We’re all very excited about 3D printing and the potential it has to change our lives. When it first received widespread media coverage 5 years ago everyone imagined essentially having their own mini-factory in the home able to print any desired material object at the press of a button.
The head of the most powerful office in the world, at the time President Obama, even embraced 3D printing in his 2013 State of the Union address when he proclaimed, of the National Additive Manufacturing Innovation Institute in Ohio, “A once-shuttered warehouse is now a state-of-the art lab where new workers are mastering the 3D printing that has the potential to revolutionise the way we make almost everything.”
So, what has happened in the world of 3D printing since then?
The hype surrounding the technology has come crashing back down to earth owing to the realisation of the many hurdles that must be overcome before we see a 3D printer in every home. The graph below lists the share price of Stratasys, one of the key players in the manufacturing of 3D printers, and tells a story reminiscent of the dot-com bubble:
That’s not to say there isn’t a market for the home consumer, but a very basic plastic-printing 3D printer model will set you back several hundred pounds and the better models will cost upwards of several thousand pounds, and this is before the added expense of materials and maintenance.
And even these printers are generally intended for printing prototypes of products due to their many limitations such as each printing in just one type of material, having difficulties with hollow objects, or printing objects with a poor-quality surface that requires finishing. Advances are being made, but these are perhaps best observed in the many industries and research organisations in which 3D printing is being deployed.
In the 2018 Winter Olympics in PyeongChang, Stratasy’s aided the design and manufacture of the USA Luge team’s sled with Fused Deposition Modelling (FDM) 3D printing technology, helping the country to their first ever medal in the men’s singles Luge (Chris Mazdzer – Silver).
Additionally, snowboarders using CAPiTA’s snowboards have profited in PyeongChang, the boards having been enhanced with FUS3D 3D printed sidewall technology. Furthermore, a collaboration between Belgian additive manufacturing specialists Materialise and Swiss boot designer Tailored Fits in August last year saw them 3D printing custom insoles for ski boots in time for PyeongChang much to the benefit of the wearer.
3D printing has revolutionised healthcare, used in the planning of surgical procedures and for building implants and prosthesis. Research is ongoing in the field of 3D bioprinting, whereby biomaterials and small units of cells are dispensed to form tissue-like structures with micrometre precision, for applications including artificial organ generation, drug discovery and in vitro disease study.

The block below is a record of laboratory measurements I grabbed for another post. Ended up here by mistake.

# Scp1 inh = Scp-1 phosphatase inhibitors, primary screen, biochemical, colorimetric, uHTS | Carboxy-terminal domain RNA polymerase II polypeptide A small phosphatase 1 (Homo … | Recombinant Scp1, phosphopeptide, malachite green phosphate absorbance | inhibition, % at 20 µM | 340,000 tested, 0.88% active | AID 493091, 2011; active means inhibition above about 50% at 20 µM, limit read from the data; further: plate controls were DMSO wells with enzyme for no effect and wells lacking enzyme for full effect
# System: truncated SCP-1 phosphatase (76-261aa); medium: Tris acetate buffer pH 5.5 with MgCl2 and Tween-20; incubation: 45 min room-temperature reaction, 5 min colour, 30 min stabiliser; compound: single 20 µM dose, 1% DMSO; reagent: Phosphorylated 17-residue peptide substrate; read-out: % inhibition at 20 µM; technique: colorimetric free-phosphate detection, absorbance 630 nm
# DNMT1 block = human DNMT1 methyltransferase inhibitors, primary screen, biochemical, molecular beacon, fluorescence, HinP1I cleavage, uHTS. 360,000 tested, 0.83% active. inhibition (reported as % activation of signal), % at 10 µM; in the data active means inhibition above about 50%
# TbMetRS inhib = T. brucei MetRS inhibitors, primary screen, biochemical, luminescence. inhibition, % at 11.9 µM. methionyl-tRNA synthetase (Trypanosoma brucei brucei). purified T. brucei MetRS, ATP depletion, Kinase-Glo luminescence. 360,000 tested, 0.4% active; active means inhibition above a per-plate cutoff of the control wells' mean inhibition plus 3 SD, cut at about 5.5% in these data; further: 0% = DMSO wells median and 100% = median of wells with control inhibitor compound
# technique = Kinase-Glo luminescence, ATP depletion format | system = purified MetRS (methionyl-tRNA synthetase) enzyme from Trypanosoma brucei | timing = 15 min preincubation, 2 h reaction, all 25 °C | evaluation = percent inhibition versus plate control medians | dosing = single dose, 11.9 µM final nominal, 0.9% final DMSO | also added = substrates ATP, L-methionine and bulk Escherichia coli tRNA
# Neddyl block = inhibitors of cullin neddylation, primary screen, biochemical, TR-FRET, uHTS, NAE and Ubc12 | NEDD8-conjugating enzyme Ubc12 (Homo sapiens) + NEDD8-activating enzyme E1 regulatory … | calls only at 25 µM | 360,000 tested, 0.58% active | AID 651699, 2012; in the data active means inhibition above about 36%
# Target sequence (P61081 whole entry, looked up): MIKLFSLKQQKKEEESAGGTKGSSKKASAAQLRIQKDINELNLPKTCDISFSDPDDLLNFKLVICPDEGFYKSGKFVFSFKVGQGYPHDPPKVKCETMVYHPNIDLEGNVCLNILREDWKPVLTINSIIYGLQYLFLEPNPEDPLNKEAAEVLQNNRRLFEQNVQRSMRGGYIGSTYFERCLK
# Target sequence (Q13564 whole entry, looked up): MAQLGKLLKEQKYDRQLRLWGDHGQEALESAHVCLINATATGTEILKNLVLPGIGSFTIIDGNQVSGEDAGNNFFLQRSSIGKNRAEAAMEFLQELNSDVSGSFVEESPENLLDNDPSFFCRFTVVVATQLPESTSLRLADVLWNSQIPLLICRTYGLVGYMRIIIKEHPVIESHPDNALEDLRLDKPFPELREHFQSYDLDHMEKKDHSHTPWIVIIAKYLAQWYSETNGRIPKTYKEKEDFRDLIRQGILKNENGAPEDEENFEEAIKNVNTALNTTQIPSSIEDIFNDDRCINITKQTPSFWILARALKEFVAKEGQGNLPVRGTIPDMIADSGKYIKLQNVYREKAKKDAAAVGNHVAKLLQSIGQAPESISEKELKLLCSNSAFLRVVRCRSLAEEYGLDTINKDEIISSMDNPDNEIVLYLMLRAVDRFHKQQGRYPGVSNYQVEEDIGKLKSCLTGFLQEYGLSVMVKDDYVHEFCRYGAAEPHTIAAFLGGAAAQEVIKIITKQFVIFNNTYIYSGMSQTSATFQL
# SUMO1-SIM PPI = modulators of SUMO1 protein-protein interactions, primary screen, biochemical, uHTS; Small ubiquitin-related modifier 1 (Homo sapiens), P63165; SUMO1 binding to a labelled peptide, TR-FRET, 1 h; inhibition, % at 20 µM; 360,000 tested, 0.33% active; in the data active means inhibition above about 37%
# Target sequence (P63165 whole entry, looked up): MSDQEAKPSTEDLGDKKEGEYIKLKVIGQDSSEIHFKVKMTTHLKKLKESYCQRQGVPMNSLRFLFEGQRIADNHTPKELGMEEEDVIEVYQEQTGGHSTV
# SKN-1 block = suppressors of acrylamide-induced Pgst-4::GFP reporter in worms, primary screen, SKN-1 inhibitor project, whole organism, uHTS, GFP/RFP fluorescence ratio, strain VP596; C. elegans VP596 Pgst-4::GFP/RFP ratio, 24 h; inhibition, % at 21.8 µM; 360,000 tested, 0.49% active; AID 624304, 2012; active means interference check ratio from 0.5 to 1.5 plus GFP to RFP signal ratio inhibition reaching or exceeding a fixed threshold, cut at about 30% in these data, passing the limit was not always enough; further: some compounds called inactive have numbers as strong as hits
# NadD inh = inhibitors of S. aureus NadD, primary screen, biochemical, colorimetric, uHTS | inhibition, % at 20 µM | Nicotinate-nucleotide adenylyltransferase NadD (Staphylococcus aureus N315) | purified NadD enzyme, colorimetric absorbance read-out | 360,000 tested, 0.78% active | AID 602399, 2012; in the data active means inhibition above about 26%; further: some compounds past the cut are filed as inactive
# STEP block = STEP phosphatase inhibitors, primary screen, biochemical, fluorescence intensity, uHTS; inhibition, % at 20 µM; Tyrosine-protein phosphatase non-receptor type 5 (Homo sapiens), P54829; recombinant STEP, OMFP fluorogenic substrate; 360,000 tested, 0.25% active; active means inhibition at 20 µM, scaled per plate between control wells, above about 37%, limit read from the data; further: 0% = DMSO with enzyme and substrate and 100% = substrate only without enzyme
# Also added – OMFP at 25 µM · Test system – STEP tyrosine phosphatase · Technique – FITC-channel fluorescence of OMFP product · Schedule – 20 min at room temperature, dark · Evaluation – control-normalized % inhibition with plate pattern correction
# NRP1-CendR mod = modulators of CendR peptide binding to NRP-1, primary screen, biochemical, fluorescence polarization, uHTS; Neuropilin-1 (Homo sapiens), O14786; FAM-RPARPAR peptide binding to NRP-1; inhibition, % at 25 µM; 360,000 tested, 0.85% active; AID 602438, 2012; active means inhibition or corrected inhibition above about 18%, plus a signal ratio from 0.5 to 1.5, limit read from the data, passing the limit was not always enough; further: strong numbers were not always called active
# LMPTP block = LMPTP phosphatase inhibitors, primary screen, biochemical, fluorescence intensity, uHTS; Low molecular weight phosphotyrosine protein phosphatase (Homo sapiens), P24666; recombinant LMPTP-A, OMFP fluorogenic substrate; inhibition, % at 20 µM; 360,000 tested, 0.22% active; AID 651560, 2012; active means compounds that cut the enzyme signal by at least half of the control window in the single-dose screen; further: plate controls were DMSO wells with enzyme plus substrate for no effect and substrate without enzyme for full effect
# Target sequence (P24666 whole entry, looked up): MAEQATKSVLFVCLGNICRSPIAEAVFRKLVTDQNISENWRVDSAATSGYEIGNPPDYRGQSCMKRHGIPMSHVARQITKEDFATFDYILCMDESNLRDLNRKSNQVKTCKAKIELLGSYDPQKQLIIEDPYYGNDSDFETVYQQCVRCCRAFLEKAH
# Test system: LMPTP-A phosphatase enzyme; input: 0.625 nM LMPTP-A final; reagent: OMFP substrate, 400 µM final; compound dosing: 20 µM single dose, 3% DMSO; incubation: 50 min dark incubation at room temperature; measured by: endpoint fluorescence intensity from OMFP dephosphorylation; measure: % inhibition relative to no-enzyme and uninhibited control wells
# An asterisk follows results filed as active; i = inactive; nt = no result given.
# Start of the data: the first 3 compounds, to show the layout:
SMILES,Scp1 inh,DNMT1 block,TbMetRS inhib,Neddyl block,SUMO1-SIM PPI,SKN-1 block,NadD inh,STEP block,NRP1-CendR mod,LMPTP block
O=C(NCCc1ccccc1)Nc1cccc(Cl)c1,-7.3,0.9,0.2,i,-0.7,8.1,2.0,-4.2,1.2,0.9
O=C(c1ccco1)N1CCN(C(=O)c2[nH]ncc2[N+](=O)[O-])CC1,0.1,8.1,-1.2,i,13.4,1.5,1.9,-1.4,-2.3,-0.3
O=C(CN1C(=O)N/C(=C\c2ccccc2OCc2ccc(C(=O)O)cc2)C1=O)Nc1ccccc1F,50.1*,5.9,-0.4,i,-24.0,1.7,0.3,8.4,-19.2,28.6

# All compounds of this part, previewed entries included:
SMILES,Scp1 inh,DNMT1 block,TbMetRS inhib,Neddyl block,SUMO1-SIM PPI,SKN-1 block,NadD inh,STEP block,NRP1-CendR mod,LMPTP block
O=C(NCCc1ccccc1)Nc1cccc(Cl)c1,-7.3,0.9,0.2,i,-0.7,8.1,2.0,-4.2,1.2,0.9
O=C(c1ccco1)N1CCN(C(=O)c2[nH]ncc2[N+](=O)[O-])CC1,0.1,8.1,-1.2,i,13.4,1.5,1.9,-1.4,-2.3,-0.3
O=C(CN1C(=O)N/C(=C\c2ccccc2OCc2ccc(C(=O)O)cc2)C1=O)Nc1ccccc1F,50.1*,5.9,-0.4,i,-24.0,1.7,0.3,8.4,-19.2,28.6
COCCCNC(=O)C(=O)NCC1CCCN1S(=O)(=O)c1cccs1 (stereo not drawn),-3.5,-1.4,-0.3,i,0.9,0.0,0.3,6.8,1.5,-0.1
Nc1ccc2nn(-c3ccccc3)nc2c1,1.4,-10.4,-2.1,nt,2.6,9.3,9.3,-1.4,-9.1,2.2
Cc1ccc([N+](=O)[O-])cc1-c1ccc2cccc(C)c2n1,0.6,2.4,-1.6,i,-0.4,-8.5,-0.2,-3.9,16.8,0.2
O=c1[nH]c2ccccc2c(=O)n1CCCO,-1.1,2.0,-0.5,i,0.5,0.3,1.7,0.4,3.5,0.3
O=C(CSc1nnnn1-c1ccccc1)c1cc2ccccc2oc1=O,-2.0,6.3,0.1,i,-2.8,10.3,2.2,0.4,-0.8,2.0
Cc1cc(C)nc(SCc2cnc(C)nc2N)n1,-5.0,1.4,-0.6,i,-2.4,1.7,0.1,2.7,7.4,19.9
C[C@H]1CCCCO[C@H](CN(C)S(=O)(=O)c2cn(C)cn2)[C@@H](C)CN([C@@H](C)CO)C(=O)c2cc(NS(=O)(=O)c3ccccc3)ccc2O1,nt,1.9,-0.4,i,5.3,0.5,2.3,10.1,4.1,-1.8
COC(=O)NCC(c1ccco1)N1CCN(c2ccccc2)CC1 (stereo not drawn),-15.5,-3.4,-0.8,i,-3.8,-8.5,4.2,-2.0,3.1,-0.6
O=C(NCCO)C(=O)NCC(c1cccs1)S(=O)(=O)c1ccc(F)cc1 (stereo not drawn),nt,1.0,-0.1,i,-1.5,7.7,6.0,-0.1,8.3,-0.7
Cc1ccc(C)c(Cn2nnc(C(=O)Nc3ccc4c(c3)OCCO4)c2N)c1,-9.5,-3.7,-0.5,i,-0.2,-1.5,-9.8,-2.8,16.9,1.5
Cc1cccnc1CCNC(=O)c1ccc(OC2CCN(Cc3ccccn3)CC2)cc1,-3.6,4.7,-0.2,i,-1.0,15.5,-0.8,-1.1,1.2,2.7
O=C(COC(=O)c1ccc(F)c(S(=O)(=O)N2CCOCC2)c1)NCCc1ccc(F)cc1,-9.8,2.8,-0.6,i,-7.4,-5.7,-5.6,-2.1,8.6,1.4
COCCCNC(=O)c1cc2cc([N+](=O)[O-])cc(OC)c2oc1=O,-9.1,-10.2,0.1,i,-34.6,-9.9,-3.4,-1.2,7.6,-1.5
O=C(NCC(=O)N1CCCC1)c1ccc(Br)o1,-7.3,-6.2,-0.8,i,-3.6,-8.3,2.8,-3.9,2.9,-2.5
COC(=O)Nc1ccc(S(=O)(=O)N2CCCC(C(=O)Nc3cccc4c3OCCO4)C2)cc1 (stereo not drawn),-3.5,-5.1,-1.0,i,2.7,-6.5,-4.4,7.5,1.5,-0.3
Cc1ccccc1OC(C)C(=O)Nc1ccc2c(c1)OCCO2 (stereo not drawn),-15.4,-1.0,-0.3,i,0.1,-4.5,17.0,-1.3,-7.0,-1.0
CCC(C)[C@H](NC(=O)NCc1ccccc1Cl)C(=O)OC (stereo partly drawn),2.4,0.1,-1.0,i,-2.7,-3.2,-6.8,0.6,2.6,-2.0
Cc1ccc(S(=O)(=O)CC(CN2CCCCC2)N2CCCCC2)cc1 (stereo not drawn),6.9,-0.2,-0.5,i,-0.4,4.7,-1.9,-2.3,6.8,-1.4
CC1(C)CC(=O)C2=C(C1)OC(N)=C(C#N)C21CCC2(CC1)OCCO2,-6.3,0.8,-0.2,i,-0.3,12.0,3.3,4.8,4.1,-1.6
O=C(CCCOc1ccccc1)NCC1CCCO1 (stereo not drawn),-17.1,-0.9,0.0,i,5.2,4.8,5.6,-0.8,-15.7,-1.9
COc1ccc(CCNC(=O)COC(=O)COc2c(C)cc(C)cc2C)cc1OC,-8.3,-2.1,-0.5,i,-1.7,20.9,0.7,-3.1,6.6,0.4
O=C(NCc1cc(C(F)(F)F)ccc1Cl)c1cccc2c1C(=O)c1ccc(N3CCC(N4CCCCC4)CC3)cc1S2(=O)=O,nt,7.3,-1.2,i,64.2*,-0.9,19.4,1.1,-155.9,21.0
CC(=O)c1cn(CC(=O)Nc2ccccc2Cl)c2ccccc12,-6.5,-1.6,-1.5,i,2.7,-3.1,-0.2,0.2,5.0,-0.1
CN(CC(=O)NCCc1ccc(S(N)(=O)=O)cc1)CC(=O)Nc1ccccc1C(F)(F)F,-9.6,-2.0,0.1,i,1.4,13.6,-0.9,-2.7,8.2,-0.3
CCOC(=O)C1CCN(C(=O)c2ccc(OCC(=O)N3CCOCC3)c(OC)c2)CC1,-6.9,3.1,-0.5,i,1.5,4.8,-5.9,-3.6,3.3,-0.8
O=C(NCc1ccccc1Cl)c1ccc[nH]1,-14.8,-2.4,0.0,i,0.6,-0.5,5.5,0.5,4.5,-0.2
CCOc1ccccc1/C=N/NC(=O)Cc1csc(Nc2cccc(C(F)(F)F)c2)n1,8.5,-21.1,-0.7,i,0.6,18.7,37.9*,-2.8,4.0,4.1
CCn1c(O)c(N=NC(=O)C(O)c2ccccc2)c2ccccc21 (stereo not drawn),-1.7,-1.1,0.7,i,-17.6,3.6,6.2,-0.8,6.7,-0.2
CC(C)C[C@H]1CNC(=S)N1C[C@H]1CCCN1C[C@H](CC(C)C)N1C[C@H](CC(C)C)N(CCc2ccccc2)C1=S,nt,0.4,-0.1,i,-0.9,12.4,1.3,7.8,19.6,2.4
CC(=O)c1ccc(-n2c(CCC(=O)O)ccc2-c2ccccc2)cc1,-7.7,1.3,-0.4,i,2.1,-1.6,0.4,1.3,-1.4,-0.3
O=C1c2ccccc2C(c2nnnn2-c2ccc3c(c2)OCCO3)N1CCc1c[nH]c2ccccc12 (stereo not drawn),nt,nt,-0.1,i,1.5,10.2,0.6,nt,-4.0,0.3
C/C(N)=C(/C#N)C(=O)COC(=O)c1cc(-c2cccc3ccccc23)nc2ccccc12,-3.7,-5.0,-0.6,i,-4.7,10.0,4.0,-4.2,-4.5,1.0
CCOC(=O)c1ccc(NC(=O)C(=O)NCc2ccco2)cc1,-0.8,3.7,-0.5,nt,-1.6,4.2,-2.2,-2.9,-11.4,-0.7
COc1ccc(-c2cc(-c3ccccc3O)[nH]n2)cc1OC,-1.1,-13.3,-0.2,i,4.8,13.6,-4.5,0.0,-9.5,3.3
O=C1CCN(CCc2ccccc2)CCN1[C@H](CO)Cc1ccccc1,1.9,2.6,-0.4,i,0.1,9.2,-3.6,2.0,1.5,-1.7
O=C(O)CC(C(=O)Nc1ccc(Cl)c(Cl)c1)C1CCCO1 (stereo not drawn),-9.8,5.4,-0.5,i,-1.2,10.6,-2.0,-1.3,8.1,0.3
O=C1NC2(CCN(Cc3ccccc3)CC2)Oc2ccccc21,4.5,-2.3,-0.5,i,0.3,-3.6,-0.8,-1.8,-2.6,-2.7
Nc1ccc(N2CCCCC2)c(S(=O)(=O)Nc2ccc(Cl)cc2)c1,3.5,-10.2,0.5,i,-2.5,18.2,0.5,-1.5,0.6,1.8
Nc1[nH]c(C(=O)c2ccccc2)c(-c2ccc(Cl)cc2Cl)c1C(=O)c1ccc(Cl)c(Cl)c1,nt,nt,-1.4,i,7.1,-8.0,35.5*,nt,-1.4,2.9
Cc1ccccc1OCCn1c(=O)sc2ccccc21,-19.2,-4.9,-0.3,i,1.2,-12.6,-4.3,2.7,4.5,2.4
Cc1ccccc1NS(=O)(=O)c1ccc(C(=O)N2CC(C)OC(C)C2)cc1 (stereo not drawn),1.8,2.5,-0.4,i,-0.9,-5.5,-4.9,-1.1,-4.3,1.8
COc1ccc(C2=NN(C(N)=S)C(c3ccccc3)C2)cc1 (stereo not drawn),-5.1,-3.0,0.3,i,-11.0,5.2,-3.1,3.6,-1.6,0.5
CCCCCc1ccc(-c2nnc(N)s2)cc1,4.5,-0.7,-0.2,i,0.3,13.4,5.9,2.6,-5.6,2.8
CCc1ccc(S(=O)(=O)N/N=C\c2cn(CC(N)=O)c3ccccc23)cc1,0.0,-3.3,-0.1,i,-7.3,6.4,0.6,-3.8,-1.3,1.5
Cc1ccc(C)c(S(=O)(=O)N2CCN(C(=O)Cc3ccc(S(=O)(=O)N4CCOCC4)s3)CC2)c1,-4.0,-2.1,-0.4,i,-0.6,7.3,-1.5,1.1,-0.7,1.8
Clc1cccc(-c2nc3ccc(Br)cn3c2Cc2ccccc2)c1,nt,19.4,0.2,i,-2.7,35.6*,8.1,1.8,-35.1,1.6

Archaeologists are also employing the technology to greatly enhance their forensic reconstruction capabilities. Just recently the University of Athens revealed the face of a woman who died nearly 9,000 years ago at the age of 18, whom they aptly named Avgi, the Greek word for Dawn. A team of archaeologists and medical experts scanned her skull, which was unearthed back in 1993, and used 3D printing to produce a model of the skull that was then built on top of. This is not the first use of the technology in this field with 3D printing used in many other forensic reconstruction projects, including in a reconstruction of the face belonging to the 9,500-year-old Jericho Skull a year prior.
Even certain foods are now being made using additive manufacturing, whereby the ingredients are squeezed out layer by layer into 3D foodstuffs such as pizzas, pasta, chocolate and candy.
With all the above-mentioned applications of 3D printing, which is by no means exhaustive, the effectiveness of the technology can only rise, with cause-driven innovations continually being made in the design of the 3D printer, the materials they are able to utilise, and the scope of their use. As breakthroughs on the industrial scale will naturally fuel the ability of businesses selling directly to the consumer to break down the barriers they face, it seems inevitable 3D printers will develop into something every household will wish to own, something capable of replacing factories with individuals able to print out everyday goods.
Certainly, the ability to print out replacement body parts in your own home is the most exciting and life-changing of the many uses the 3D printer could be developed for.
When this envisioned revolutionary level will be reached remains to be seen. Moreover, whether this anticipated technological change will bring with it a tide of downsides, such as dissipating the line between home and the workplace and counteracting globalisation as some have predicted, or just the advantages others have foreseen, such as introducing economies of scope to developing countries, is unknown.
Progress in the field of 3D bioprinting especially has sparked many to warn that the technology carries important ethical concerns and regulatory considerations that are presently being overlooked. But what is clear is that 3D printing is already making in-roads into the development of our goods and services, and that the future of technology in the world in which we live is therefore intertwined with the world of 3D printing.